Pinch technology invariably gets more attention when energy or the environment are key drivers for plant design. After all, while integrating energy throughout the plant is very complex and can snarl startup, it can reduce energy and environmental footprints.
However, changes to such an integrated process can result in hard-to-understand disruptions. Blaming the last change is easy but deeper probing may be necessary to discover the real cause.
Consider the problem that afflicted a plant that was built about 40 years ago during a national energy crisis. Its design integrated as much energy recovery as possible. The plant employed four distinct heat sinks — river water, cooling-tower water, chilled water and low-temperature brine — that also were integrated. Each heat sink also could become a heat source for lower-temperature process streams.
The plant expanded several times over the years, including adding cooling tower cells and another chiller. All was good. Then the phase-out of chlorofluorocarbons happened (See the latest updates to such phase-out efforts: “Montreal Protocol Addresses HFCs.”
The chillers for water and brine were changed to an alternative refrigerant. Suddenly, problems arose. The obvious culprit was the chillers’ modification. The plant did a performance check on the chillers that led to the discovery of fouling, so the condensers were cleaned. High levels of sediment were found in the cooling water system. The basin was nearly silted in. The silt had damaged the vertical turbine pumps, so the pumps had problems supplying adequate flow to both the process and the chillers. The cooling tower fill had become silted in as well and so was replaced.
By this time, engineers were busy trying to figure out what was going wrong and how to expand capacity to meet a pickup in demand. The models seemed to indicate that heat sink capacity should have been adequate, despite the operating problems. People were puzzled. They planned projects to add capacity to the tower and to the chillers. However, such expansions required significant capital.
So, the plant formed a six-sigma team. It checked models, downloaded and analyzed data, and reviewed the process and instrumentation drawings. The team felt comfortable with its knowledge of the system. Then, interviews with the operators began.
One heat exchanger system that dictated the cooling-tower water pressure was located at the top of the tallest column on the site. That system would switch from cooling tower water to chilled water, depending on the temperature of the cooling tower water, to maintain the overheads rate. The system included separate exchangers for condensing the column overheads. A cooling-tower-water control valve adjusted the flow. By monitoring the pressure upstream of the valve, operators knew when to either add or shut down a pump to maintain the pressure required.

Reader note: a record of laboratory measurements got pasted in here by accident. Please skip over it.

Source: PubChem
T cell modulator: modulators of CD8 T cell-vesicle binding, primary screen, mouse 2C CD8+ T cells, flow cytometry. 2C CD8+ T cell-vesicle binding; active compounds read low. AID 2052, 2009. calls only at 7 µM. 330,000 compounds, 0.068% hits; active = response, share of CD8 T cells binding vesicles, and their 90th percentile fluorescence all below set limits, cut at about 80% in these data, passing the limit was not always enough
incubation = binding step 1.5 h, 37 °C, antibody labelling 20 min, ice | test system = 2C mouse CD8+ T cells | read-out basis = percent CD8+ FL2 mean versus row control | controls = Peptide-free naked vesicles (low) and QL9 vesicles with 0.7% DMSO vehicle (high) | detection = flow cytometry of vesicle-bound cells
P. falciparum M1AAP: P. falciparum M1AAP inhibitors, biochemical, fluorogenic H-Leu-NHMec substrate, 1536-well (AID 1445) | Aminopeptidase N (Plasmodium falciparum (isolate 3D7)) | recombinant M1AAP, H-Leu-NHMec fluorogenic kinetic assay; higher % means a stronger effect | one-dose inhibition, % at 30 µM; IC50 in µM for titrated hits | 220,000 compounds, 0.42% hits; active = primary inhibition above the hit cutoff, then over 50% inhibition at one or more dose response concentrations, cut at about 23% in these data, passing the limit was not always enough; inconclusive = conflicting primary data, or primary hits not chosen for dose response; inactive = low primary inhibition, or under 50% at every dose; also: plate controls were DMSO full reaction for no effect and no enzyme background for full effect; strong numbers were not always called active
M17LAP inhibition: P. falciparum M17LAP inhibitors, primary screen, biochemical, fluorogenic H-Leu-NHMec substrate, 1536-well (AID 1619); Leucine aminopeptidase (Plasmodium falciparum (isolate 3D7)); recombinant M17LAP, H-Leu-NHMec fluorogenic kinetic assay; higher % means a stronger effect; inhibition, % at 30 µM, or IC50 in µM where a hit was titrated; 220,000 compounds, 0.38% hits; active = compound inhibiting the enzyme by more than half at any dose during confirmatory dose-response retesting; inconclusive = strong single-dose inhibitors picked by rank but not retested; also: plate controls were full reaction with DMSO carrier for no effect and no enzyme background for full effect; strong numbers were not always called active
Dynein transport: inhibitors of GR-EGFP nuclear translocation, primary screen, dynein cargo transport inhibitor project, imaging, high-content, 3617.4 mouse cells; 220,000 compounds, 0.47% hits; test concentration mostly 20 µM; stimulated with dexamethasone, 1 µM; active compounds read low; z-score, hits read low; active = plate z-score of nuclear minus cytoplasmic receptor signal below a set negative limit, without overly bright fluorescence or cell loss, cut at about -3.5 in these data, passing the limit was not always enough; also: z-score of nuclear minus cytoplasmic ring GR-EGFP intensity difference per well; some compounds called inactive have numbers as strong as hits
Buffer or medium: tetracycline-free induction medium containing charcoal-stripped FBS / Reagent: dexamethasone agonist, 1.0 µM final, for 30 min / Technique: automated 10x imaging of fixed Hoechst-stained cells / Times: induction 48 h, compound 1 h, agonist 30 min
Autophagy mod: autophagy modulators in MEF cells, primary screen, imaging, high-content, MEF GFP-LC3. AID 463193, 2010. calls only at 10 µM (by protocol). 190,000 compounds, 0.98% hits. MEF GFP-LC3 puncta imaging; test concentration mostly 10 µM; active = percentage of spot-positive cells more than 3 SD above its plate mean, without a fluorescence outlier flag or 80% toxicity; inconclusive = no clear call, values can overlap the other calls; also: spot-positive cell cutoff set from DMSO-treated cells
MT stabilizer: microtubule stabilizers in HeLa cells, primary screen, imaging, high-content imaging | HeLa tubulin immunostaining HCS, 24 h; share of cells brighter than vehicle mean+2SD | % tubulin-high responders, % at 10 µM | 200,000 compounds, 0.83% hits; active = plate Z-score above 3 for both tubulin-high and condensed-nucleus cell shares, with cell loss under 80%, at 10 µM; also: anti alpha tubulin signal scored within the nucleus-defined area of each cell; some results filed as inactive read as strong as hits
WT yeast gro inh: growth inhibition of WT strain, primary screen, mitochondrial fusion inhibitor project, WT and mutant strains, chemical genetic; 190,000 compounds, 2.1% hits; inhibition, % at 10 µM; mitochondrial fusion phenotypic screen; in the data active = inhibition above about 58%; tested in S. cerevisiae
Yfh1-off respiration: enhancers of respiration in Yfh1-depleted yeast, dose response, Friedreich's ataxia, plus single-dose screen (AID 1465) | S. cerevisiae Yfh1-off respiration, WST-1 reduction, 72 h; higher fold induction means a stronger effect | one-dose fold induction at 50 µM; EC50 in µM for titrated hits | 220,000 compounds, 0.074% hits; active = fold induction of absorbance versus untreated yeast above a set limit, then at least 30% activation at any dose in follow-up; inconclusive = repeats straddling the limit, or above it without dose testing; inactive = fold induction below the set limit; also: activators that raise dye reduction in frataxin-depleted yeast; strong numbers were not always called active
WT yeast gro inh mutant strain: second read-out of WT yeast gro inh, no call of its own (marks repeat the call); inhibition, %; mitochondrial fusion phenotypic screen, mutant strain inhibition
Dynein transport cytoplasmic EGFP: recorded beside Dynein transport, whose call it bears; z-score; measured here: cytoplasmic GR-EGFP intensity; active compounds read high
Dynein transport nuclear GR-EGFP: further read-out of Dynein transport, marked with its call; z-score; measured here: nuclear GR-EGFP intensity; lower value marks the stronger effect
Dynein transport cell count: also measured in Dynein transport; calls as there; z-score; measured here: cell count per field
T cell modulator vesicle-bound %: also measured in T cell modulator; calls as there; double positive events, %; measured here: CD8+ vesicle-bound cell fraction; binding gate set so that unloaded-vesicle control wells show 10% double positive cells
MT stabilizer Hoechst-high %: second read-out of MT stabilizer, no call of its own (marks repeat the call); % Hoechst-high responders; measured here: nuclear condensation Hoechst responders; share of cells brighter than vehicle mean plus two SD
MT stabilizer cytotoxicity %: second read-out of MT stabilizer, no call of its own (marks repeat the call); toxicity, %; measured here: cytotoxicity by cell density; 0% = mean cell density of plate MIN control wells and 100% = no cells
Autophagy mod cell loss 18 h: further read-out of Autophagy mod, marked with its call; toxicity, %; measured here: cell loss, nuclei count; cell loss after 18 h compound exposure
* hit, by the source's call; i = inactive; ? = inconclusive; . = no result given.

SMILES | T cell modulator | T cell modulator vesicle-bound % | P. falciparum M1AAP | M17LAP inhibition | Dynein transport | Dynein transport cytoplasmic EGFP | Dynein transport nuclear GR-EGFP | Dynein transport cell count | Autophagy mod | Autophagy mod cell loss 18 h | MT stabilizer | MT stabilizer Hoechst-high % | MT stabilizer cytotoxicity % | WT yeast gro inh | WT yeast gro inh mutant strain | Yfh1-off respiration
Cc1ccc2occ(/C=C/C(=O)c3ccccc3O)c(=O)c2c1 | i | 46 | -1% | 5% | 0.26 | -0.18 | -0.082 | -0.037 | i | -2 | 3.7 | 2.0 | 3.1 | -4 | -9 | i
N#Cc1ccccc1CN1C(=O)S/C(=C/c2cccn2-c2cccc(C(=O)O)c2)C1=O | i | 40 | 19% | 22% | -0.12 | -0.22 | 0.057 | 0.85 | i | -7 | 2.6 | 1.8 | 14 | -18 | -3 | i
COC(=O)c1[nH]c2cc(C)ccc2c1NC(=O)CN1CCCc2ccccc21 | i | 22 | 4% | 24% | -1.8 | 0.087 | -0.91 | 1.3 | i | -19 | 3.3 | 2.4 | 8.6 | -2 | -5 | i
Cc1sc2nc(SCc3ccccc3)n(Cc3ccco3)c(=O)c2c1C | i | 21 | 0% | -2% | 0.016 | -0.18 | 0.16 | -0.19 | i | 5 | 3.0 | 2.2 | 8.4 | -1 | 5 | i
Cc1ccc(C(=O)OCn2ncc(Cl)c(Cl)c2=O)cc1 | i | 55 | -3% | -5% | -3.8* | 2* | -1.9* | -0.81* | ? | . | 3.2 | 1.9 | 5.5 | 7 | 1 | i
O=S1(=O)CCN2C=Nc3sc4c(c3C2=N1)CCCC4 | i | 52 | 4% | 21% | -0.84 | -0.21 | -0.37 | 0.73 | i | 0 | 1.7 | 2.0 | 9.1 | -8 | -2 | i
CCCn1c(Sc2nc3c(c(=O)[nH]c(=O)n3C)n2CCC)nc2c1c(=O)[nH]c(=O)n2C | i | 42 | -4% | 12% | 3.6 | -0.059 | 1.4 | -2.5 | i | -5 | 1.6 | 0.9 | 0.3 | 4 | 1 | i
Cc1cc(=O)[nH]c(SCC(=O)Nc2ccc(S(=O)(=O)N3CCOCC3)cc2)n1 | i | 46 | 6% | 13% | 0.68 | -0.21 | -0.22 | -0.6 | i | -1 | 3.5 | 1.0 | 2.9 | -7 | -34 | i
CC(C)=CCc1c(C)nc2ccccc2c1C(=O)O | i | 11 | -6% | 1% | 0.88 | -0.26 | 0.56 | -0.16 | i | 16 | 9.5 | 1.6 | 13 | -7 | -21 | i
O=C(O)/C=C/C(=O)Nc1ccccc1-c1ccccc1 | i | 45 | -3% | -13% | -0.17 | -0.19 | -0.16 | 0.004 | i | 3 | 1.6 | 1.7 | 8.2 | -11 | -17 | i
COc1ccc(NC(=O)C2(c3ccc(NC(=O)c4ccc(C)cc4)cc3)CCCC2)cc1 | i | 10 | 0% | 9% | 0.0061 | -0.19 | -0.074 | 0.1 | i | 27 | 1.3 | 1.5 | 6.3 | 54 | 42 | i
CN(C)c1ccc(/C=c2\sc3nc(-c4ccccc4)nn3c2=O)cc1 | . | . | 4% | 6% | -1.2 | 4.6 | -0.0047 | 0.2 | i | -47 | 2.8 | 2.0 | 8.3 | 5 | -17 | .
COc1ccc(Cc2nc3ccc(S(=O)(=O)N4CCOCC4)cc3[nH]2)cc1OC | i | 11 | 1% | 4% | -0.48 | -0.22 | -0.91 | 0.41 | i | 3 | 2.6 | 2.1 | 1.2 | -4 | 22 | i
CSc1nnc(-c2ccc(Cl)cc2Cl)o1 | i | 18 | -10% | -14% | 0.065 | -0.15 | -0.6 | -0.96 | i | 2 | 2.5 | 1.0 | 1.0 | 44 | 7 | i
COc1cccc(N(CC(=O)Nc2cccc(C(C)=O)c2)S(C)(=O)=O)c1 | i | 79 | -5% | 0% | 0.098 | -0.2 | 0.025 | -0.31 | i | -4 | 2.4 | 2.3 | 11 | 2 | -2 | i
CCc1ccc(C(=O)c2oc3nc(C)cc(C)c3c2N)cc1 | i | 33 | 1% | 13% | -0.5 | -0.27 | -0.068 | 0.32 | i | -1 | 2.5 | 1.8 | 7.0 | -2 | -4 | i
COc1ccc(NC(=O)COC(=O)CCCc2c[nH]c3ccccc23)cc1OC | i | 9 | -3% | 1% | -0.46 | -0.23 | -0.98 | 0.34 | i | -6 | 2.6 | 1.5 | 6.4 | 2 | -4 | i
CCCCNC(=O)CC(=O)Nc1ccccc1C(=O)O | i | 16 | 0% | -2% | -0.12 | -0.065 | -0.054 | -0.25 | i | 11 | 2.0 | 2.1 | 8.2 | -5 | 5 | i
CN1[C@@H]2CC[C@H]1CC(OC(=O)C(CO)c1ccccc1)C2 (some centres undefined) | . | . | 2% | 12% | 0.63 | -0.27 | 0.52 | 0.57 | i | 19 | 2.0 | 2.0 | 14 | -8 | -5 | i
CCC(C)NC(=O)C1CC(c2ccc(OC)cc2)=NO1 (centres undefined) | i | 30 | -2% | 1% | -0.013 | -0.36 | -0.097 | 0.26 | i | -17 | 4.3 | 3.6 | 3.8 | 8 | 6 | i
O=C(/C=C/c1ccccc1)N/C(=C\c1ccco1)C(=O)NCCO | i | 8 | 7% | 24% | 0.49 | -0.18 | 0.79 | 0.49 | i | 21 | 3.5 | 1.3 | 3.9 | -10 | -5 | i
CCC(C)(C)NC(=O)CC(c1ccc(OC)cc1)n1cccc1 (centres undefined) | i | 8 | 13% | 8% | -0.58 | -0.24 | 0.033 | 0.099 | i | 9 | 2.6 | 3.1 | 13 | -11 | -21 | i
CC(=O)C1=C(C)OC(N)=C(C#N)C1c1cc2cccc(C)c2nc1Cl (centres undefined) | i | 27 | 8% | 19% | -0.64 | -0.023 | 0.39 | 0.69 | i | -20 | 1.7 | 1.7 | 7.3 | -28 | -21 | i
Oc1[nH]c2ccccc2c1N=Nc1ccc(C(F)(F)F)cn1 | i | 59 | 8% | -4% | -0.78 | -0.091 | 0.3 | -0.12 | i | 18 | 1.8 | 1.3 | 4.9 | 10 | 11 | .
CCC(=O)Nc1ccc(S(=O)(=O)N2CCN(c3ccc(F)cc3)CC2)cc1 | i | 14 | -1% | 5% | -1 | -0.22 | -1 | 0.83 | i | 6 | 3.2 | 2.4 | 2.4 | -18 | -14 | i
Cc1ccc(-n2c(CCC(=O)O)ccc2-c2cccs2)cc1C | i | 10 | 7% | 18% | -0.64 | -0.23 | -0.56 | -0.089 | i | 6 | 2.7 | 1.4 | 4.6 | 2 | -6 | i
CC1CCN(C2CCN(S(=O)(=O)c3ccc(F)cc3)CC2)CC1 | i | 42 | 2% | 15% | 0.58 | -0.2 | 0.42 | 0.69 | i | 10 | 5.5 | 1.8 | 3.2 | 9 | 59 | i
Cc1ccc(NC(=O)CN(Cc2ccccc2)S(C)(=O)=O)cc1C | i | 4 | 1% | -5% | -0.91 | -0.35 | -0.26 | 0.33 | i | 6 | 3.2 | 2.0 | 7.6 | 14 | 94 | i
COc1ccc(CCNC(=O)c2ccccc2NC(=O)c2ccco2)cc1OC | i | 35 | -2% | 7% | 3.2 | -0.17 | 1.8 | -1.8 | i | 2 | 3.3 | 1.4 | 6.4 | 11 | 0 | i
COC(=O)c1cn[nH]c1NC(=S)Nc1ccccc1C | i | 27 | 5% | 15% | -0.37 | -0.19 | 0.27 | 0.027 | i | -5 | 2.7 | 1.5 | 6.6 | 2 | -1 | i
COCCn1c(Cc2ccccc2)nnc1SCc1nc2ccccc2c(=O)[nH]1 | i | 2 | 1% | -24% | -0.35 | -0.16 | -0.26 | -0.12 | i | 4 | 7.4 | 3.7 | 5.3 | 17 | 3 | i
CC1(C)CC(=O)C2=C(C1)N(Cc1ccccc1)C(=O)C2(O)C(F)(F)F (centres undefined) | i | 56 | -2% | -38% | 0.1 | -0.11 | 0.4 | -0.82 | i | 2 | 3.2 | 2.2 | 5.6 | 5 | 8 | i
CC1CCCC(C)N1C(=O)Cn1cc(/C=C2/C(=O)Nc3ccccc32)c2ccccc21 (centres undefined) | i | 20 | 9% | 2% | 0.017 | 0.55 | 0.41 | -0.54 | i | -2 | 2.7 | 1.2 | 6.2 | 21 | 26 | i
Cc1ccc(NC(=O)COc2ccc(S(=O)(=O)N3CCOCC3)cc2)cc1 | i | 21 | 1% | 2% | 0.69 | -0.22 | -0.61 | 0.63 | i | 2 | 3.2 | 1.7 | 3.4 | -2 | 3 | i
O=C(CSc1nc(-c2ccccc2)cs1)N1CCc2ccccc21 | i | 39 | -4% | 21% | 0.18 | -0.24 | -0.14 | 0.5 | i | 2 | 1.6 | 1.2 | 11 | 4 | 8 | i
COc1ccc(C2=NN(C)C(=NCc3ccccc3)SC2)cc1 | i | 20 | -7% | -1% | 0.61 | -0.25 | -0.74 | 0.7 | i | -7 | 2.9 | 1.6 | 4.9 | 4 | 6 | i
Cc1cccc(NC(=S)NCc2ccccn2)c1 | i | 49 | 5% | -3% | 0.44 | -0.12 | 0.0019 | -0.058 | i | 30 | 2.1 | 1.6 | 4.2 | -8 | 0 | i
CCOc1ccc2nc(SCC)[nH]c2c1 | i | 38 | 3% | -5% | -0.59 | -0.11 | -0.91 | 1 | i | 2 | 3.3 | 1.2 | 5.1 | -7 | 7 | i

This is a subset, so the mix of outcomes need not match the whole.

The review with the operators began with the process control engineer talking about how the system controlled the overheads pressure. As the discussion proceeded, one of the operators interjected: “That isn’t how it works!” He then explained how the controls really worked and how operators contended with some problems that this caused. A team was sent out to check how the valve and controls operated. Sure enough, the valve — still the original one installed 40 years ago — acted exactly opposite to the way specified.
The signal to close actually was opening the valve, raising flow until it was limited by available pressure. This meant the chilled-water cooling stream was increased more to offset the effects of heating on the process condensing stream —starving flow to other parts of the process as well as the condensers on the chillers; the excess water flow back to the cooling tower effectively limited the ability of the tower to reduce the temperature.
Simply reversing the valve action provided more than enough capacity in the cooling sinks to allow a major increase in capacity, obviating the projects to boost capacity of the cooling sinks and millions of dollars in capital expenditures.
The key takeaway here is to check your assumptions when diagnosing problems with complex systems, especially those that are highly integrated like most pinch-technology designs. (For details on potential control problems with such designs, see: “Control Challenges Can Pinch Energy Savings.”)
Earl M. Clark, PE, – Engineering Manager, Global Energy Services. Clark retired from DuPont after a career of 39 years and 11 months and joined Hudson’s Global Energy Systems Group as Engineering Manager. During his over 43 years in the industry, he has worked in nearly all aspects of the energy field; building, operating and troubleshooting energy facilities for DuPont. He began his energy career with Duke Power and Clemson University during the energy crisis in the 1970s.
Active in both, the American Society of Mechanical Engineers and the American Society of Heating, Ventilating, Refrigerating, and Air-Conditioning Engineers (ASHRAE), Clark was chairman of ASHRAE's task group on Halocarbon Emissions and served on the committee that created ASHRAE SPG3 - Guideline for Reducing Halocarbon Emissions. He has written numerous papers on CFC alternatives and retrofitting CFC chillers. He was awarded a U.S. patent on a method for reducing emissions from refrigeration equipment. He has served as technical resource for several others.
You can email him at EClark@putman.net